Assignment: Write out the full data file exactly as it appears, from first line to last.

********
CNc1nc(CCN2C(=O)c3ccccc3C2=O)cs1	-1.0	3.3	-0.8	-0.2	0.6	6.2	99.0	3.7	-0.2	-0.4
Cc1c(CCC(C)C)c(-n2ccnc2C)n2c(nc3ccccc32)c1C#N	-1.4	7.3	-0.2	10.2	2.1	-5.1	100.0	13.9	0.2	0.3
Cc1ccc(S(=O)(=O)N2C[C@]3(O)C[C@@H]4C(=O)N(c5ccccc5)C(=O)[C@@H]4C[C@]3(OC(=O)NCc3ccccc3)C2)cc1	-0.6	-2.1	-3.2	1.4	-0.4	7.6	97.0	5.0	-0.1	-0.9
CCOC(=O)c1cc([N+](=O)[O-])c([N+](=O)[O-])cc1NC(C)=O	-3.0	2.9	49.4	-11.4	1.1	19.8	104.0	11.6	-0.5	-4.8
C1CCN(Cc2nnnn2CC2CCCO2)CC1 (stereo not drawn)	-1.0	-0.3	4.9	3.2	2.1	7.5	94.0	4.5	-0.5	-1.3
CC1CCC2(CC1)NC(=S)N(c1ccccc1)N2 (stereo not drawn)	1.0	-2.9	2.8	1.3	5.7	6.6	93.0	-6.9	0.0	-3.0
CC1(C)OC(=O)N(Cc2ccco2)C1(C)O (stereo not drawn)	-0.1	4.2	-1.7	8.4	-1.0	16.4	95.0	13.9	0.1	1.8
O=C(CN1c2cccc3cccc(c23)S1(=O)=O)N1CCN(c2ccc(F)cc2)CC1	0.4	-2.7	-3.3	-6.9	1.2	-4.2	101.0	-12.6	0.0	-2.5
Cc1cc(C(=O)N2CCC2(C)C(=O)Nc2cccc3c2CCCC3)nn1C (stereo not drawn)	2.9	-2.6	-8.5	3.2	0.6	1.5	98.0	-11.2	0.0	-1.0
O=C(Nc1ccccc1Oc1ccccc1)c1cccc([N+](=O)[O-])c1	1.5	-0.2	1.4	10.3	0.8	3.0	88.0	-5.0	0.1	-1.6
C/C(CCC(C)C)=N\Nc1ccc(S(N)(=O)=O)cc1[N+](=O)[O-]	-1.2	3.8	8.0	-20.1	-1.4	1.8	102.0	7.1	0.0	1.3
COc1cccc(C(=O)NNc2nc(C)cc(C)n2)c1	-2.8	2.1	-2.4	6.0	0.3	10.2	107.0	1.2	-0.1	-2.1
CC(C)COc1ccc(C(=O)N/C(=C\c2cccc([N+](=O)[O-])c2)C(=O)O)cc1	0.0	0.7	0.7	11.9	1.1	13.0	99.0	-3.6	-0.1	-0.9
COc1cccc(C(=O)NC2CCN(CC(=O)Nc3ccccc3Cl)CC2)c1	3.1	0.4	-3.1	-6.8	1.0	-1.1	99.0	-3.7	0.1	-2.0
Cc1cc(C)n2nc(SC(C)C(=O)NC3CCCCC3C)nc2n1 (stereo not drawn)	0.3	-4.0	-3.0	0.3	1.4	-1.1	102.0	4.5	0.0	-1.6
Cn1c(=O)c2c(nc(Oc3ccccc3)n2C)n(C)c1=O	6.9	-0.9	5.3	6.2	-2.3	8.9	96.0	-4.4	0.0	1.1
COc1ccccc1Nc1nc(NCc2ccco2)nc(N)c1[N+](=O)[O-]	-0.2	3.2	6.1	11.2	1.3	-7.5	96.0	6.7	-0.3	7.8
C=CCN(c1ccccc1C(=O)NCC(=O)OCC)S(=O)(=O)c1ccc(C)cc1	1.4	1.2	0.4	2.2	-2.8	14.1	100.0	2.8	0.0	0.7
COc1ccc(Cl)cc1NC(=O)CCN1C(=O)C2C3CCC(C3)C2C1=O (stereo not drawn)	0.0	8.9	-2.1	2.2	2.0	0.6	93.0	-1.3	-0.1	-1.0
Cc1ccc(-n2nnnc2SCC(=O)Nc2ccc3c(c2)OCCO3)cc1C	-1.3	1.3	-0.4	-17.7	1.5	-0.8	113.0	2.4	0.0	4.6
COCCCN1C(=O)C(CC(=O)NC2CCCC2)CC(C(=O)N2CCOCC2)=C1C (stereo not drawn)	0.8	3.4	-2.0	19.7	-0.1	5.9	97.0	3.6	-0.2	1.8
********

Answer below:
CNc1nc(CCN2C(=O)c3ccccc3C2=O)cs1	-1.0	3.3	-0.8	-0.2	0.6	6.2	99.0	3.7	-0.2	-0.4
Cc1c(CCC(C)C)c(-n2ccnc2C)n2c(nc3ccccc32)c1C#N	-1.4	7.3	-0.2	10.2	2.1	-5.1	100.0	13.9	0.2	0.3
Cc1ccc(S(=O)(=O)N2C[C@]3(O)C[C@@H]4C(=O)N(c5ccccc5)C(=O)[C@@H]4C[C@]3(OC(=O)NCc3ccccc3)C2)cc1	-0.6	-2.1	-3.2	1.4	-0.4	7.6	97.0	5.0	-0.1	-0.9
CCOC(=O)c1cc([N+](=O)[O-])c([N+](=O)[O-])cc1NC(C)=O	-3.0	2.9	49.4	-11.4	1.1	19.8	104.0	11.6	-0.5	-4.8
C1CCN(Cc2nnnn2CC2CCCO2)CC1 (stereo not drawn)	-1.0	-0.3	4.9	3.2	2.1	7.5	94.0	4.5	-0.5	-1.3
CC1CCC2(CC1)NC(=S)N(c1ccccc1)N2 (stereo not drawn)	1.0	-2.9	2.8	1.3	5.7	6.6	93.0	-6.9	0.0	-3.0
CC1(C)OC(=O)N(Cc2ccco2)C1(C)O (stereo not drawn)	-0.1	4.2	-1.7	8.4	-1.0	16.4	95.0	13.9	0.1	1.8
O=C(CN1c2cccc3cccc(c23)S1(=O)=O)N1CCN(c2ccc(F)cc2)CC1	0.4	-2.7	-3.3	-6.9	1.2	-4.2	101.0	-12.6	0.0	-2.5
Cc1cc(C(=O)N2CCC2(C)C(=O)Nc2cccc3c2CCCC3)nn1C (stereo not drawn)	2.9	-2.6	-8.5	3.2	0.6	1.5	98.0	-11.2	0.0	-1.0
O=C(Nc1ccccc1Oc1ccccc1)c1cccc([N+](=O)[O-])c1	1.5	-0.2	1.4	10.3	0.8	3.0	88.0	-5.0	0.1	-1.6
C/C(CCC(C)C)=N\Nc1ccc(S(N)(=O)=O)cc1[N+](=O)[O-]	-1.2	3.8	8.0	-20.1	-1.4	1.8	102.0	7.1	0.0	1.3
COc1cccc(C(=O)NNc2nc(C)cc(C)n2)c1	-2.8	2.1	-2.4	6.0	0.3	10.2	107.0	1.2	-0.1	-2.1
CC(C)COc1ccc(C(=O)N/C(=C\c2cccc([N+](=O)[O-])c2)C(=O)O)cc1	0.0	0.7	0.7	11.9	1.1	13.0	99.0	-3.6	-0.1	-0.9
COc1cccc(C(=O)NC2CCN(CC(=O)Nc3ccccc3Cl)CC2)c1	3.1	0.4	-3.1	-6.8	1.0	-1.1	99.0	-3.7	0.1	-2.0
Cc1cc(C)n2nc(SC(C)C(=O)NC3CCCCC3C)nc2n1 (stereo not drawn)	0.3	-4.0	-3.0	0.3	1.4	-1.1	102.0	4.5	0.0	-1.6
Cn1c(=O)c2c(nc(Oc3ccccc3)n2C)n(C)c1=O	6.9	-0.9	5.3	6.2	-2.3	8.9	96.0	-4.4	0.0	1.1
COc1ccccc1Nc1nc(NCc2ccco2)nc(N)c1[N+](=O)[O-]	-0.2	3.2	6.1	11.2	1.3	-7.5	96.0	6.7	-0.3	7.8
C=CCN(c1ccccc1C(=O)NCC(=O)OCC)S(=O)(=O)c1ccc(C)cc1	1.4	1.2	0.4	2.2	-2.8	14.1	100.0	2.8	0.0	0.7
COc1ccc(Cl)cc1NC(=O)CCN1C(=O)C2C3CCC(C3)C2C1=O (stereo not drawn)	0.0	8.9	-2.1	2.2	2.0	0.6	93.0	-1.3	-0.1	-1.0
Cc1ccc(-n2nnnc2SCC(=O)Nc2ccc3c(c2)OCCO3)cc1C	-1.3	1.3	-0.4	-17.7	1.5	-0.8	113.0	2.4	0.0	4.6
COCCCN1C(=O)C(CC(=O)NC2CCCC2)CC(C(=O)N2CCOCC2)=C1C (stereo not drawn)	0.8	3.4	-2.0	19.7	-0.1	5.9	97.0	3.6	-0.2	1.8